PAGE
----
The Republic of the Congo acceded to the Convention of 29 May 1993 on the Protection of Children and Co-operation in Respect of Intercountry Adoption Convention (Hague Adoption Convention) on December 11, 2019. The Hague Adoption Convention then entered into force for the Republic of the Congo on April 1, 2020. The State Department is currently determining if the United States may process Hague Adoption Convention adoptions with Republic of Congo pursuant to U.S. law.
The Republic of the Congo is the 102nd nation to become party to the Hague Adoption Convention, an international agreement that establishes safeguards to protect the best interests of children and to provide greater security, predictability, and transparency for all involved in an intercountry adoption. Please monitor the Department’s Intercountry Adoption Page for updated information. For questions related to this notice, please email the Office of Children’s Issues at email@example.com.
“The child, for the full and harmonious development of his or her personality, should grow up in a family environment, in an atmosphere of happiness, love and understanding. … [I]ntercountry adoption may offer the advantage of a permanent family to a child for whom a suitable family cannot be found in his or her State of origin.” – Hague Adoption Convention, Preamble
“My Administration remains committed to helping every child find a loving home.” – President Barack Obama, Presidential Proclamation of National Adoption Month 2012.
Every child benefits from a loving home in deeply profound ways. Intercountry adoption has made this permanently possible for hundreds of thousands of children worldwide. When children cannot remain with a relative, and new parents within their communities cannot be found, intercountry adoption opens another pathway to children to receive the care, security, and love that a permanent family can provide.
Some additional resources:
- Child Welfare Information Gateway– A service of the Children’s Bureau, Administration for Children and Families, U.S. Department of Health and Human Services
- Medline Plus– A service of the U.S. National Library of Medicine and the National Institutes of Health
- A Healthy Beginning: Important Information for Parents of Internationally Adopted Children (PDF 167KB) – a brochure from the American Academy of Pediatrics.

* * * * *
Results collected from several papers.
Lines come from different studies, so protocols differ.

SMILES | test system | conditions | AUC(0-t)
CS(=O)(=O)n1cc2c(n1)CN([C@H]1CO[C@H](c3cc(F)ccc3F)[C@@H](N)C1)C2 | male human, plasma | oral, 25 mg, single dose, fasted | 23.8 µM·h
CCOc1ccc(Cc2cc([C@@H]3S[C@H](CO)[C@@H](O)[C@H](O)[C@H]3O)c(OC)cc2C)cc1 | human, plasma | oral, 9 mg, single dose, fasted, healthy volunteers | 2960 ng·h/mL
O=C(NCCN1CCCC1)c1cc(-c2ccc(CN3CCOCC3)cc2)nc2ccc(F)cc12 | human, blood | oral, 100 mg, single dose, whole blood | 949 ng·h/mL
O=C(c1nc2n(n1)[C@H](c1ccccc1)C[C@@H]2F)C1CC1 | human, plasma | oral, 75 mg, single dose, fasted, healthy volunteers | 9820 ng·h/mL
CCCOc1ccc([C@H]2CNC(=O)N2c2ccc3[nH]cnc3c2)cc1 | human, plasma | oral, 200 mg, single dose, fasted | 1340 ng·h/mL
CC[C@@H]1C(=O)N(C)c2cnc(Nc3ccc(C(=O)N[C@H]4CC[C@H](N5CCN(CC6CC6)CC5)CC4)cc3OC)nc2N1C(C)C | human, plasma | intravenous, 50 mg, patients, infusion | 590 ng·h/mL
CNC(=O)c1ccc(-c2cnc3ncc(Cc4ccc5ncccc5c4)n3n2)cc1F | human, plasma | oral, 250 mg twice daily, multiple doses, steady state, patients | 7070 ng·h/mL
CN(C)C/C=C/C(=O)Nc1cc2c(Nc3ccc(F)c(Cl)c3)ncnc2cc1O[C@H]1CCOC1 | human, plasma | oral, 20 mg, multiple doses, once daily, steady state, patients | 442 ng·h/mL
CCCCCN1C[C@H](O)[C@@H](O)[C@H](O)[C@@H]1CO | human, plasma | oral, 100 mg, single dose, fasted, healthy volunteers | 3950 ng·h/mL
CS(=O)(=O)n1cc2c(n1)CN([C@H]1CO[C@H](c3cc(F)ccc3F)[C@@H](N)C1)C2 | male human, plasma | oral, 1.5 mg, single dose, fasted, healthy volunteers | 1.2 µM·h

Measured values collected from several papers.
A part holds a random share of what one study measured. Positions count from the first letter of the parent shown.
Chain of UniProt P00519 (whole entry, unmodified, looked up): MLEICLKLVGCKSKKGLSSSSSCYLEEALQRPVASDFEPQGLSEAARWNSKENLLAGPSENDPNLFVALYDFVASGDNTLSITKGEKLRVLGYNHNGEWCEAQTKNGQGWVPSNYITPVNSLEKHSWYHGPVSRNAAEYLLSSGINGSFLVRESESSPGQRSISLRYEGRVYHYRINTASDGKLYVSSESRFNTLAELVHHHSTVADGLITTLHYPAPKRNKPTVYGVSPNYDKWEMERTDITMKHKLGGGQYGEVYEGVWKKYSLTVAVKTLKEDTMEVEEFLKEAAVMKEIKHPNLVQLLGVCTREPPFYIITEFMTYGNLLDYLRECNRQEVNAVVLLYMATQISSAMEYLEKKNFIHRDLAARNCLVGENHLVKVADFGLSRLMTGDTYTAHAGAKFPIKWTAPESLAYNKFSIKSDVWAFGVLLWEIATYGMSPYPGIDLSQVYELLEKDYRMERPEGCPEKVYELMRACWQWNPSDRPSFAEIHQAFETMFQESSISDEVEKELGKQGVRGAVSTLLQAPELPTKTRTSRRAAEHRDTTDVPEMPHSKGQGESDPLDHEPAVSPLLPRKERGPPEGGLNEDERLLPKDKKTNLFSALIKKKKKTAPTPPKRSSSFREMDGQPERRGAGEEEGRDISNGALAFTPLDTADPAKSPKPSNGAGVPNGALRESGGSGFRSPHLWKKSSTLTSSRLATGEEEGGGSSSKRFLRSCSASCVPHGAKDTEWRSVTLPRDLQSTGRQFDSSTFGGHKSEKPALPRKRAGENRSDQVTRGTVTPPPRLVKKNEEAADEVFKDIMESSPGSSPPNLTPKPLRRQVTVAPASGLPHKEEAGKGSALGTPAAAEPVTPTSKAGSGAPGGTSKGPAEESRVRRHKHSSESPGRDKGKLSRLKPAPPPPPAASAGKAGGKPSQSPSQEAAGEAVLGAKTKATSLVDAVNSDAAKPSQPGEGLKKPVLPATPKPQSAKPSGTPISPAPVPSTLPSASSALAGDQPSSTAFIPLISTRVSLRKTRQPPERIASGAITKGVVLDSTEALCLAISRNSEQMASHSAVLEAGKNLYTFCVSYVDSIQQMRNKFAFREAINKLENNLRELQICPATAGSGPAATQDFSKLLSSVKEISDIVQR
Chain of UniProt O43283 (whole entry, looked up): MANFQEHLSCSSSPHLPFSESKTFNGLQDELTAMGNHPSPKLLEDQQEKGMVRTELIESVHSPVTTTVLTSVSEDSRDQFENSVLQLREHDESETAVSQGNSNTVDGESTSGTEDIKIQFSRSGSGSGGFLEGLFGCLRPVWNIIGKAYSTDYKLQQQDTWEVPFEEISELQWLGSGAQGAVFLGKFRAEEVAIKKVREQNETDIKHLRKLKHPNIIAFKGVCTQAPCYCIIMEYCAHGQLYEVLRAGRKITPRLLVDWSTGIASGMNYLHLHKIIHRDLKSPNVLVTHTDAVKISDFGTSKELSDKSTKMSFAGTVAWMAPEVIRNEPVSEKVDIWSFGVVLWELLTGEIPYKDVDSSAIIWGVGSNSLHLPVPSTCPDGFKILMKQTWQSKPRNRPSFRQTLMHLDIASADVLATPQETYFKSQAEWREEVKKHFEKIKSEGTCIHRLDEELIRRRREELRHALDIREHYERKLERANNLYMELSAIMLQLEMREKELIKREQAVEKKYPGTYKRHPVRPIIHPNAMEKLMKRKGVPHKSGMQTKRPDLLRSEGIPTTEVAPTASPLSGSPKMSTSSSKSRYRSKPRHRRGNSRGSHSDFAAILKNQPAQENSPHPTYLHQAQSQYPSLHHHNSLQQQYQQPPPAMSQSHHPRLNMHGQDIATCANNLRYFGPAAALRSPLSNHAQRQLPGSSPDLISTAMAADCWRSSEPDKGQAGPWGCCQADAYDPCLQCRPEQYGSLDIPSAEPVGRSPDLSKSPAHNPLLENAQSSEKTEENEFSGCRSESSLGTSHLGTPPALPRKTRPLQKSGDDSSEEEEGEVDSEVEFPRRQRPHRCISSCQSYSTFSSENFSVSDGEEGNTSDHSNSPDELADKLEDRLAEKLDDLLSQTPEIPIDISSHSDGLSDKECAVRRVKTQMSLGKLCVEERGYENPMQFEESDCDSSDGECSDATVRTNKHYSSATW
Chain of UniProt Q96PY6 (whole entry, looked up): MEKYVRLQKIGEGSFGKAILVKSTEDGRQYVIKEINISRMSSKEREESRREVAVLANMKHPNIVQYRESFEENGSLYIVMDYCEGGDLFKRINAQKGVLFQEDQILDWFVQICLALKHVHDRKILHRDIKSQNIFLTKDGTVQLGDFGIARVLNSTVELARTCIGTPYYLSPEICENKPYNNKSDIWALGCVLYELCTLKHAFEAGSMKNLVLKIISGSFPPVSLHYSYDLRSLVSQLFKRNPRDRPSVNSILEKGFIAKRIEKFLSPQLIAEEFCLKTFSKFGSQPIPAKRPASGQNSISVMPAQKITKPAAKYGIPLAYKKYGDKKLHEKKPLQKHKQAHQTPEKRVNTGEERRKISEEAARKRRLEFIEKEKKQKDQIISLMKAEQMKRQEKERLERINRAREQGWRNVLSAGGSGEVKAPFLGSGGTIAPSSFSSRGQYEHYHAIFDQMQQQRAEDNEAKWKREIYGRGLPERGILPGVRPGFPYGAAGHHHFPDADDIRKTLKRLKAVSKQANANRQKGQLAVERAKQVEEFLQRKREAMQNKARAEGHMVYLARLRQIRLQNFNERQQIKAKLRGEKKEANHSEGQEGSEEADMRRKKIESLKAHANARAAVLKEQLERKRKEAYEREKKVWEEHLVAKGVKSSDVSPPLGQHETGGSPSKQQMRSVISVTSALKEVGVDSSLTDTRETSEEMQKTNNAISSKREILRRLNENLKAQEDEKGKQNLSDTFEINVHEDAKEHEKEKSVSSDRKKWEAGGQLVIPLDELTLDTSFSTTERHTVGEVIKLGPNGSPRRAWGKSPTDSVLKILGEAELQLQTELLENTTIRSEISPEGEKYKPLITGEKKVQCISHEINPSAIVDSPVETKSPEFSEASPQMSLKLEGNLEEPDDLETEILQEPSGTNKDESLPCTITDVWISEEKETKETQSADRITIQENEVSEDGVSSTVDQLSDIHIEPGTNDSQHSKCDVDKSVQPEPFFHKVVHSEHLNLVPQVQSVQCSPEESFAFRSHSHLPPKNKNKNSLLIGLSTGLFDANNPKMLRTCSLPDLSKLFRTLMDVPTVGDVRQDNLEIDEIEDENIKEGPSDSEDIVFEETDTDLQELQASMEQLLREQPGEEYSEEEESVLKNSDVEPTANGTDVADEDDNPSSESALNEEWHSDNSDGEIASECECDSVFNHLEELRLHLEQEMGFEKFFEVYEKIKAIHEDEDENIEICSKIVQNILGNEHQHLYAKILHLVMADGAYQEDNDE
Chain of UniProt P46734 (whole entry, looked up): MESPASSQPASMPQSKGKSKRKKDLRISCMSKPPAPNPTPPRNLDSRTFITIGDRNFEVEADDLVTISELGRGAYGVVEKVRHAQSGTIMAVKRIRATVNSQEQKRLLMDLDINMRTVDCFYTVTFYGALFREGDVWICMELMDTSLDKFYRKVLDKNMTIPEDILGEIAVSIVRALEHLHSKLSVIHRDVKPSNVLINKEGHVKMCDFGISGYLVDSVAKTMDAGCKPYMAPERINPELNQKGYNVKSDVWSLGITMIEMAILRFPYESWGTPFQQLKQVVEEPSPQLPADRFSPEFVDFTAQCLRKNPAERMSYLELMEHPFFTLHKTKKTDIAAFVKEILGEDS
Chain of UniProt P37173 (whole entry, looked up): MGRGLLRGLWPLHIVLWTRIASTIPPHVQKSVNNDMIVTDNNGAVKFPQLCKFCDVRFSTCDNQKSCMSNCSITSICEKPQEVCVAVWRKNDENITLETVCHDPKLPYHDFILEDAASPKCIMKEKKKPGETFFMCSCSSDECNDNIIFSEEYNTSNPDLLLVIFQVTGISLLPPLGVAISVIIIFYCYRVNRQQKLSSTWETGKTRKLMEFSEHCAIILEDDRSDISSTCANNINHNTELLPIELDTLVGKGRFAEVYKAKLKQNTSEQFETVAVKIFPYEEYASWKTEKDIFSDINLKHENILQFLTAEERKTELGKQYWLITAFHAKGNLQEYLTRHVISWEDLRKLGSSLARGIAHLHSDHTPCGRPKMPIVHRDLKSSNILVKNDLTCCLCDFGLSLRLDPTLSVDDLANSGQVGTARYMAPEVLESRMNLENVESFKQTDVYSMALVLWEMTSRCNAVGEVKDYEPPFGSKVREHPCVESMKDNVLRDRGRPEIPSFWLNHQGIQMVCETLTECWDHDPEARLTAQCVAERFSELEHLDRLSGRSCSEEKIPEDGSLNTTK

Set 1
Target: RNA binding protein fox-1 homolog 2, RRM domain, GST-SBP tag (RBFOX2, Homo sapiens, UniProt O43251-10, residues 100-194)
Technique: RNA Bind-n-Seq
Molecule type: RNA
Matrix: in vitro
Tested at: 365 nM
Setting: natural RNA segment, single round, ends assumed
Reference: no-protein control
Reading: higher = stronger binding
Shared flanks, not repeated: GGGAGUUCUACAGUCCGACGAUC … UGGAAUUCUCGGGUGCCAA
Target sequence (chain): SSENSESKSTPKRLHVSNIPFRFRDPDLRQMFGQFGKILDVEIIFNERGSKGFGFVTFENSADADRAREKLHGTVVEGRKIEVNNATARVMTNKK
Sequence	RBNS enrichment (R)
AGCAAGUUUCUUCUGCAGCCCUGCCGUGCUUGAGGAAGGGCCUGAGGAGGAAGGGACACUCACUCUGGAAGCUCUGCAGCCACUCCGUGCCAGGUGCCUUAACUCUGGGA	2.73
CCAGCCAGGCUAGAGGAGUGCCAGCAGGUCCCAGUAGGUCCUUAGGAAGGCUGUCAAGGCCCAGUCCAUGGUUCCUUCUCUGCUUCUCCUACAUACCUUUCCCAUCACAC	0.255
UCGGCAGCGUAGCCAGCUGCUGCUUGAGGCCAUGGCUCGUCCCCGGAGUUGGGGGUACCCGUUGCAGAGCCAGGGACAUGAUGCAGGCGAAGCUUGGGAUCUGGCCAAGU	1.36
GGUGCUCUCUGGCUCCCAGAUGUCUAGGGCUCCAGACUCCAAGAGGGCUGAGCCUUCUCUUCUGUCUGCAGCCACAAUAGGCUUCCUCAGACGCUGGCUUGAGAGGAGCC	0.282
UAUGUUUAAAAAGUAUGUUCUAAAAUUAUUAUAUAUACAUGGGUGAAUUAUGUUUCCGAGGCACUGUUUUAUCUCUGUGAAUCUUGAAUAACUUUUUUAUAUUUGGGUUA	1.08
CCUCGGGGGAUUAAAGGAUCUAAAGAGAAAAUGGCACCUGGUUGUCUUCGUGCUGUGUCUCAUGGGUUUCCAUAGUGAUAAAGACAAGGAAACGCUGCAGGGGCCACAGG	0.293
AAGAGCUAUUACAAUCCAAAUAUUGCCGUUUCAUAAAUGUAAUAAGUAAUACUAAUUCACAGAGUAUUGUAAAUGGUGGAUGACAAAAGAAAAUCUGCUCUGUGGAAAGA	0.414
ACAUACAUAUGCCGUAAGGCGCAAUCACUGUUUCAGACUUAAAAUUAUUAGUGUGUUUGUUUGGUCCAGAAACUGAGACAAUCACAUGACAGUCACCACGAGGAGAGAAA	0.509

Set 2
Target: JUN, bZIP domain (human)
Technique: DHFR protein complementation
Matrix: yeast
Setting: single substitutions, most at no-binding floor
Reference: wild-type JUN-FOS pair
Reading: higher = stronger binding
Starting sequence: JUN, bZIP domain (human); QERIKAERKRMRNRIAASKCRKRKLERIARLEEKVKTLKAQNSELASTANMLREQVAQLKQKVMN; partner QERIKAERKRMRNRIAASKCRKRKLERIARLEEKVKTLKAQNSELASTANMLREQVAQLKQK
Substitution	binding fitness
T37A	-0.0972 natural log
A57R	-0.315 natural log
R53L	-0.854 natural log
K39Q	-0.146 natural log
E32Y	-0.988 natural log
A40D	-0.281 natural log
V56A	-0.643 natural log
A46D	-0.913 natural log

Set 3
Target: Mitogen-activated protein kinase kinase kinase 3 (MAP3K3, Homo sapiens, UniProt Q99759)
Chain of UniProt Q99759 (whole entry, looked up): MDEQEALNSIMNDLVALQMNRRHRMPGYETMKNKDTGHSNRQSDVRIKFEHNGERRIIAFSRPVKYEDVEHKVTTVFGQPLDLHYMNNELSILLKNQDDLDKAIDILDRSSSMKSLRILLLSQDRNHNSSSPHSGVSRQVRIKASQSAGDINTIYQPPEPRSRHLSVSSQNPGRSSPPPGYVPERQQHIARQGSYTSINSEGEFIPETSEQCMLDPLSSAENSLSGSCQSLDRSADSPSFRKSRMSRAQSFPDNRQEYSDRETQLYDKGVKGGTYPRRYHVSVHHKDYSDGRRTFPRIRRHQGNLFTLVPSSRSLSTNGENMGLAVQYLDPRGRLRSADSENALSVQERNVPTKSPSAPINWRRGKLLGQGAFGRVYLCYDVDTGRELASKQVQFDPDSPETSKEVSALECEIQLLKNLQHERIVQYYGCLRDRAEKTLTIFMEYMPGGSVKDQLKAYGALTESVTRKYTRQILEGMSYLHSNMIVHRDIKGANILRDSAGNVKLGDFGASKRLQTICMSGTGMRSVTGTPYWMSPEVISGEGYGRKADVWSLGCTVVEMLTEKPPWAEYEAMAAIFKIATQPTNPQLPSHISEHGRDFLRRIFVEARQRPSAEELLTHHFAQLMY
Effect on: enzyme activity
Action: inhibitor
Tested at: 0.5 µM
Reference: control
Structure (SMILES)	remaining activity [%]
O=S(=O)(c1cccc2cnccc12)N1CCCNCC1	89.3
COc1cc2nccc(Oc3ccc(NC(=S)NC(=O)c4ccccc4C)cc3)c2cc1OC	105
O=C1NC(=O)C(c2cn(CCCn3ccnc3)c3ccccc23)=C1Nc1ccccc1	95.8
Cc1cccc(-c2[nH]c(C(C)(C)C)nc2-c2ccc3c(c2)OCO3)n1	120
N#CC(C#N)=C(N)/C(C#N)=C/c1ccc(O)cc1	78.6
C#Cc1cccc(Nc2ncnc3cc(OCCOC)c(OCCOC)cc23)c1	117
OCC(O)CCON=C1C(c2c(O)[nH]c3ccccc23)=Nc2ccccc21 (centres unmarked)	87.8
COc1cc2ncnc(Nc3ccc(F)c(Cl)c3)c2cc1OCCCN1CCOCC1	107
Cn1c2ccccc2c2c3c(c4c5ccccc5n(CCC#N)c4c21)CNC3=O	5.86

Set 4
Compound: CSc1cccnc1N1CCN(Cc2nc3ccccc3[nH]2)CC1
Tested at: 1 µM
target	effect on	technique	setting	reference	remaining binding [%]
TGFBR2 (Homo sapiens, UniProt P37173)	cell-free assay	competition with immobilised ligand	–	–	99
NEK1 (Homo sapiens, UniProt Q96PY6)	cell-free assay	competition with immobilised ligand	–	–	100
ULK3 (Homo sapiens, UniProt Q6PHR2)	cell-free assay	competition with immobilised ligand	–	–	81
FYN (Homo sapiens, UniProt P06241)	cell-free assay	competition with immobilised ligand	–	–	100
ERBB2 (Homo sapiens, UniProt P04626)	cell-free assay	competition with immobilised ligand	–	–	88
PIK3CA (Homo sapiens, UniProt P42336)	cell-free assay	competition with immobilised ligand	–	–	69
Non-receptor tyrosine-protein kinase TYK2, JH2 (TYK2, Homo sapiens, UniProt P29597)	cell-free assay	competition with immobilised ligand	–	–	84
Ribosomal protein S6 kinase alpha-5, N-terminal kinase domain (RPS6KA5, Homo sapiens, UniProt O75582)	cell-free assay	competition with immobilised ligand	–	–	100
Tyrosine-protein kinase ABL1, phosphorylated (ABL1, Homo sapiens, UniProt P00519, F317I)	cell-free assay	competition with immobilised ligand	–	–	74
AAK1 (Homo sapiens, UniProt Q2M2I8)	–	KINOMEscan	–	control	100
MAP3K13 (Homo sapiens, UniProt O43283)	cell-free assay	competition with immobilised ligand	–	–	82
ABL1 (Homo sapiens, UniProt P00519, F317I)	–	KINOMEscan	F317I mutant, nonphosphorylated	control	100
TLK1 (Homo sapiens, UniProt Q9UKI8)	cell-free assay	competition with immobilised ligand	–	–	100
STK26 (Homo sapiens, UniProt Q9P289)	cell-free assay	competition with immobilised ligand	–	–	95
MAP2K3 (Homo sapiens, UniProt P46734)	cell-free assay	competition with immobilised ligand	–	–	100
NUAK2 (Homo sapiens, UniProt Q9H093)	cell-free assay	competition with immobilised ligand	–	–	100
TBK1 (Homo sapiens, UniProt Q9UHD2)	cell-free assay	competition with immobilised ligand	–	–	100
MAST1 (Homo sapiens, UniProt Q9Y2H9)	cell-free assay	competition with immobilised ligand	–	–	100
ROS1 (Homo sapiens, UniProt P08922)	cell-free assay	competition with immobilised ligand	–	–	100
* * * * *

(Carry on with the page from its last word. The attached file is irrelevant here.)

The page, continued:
WHO CAN ADOPT?
To adopt a child from another country and bring that child to live in the United States, you must first be found eligible to adopt under U.S. law. The federal agency that makes this determination is U.S. Citizenship and Immigration Services (USCIS), part of the Department of Homeland Security. You may not bring an adopted child (or a child for which you have gained legal custody for the purpose of immigration and adoption) into the United States until USCIS determines that you are eligible to adopt from another country.
National Requirements – you must meet certain requirements to bring a foreign-born child whom you’ve adopted to the United States. Some of the basic requirements include the following:
- You must be a U.S. Citizen.
- If you are unmarried, you must be at least 25 years old.
- If you are married, you must jointly adopt the child (even if you are separated but not divorced), and your spouse must also be either a U.S. citizen or in legal status in the United States.
- You must meet certain requirements that will determine your suitability as a prospective adoptive parent, including criminal background checks, fingerprinting, and a home study.
State Requirements – In addition to qualifying to adopt under U.S. law, you must also meet your home state’s requirements for prospective adoptive parents. Learn more about individual state requirements on the Child Welfare Information Gateway website.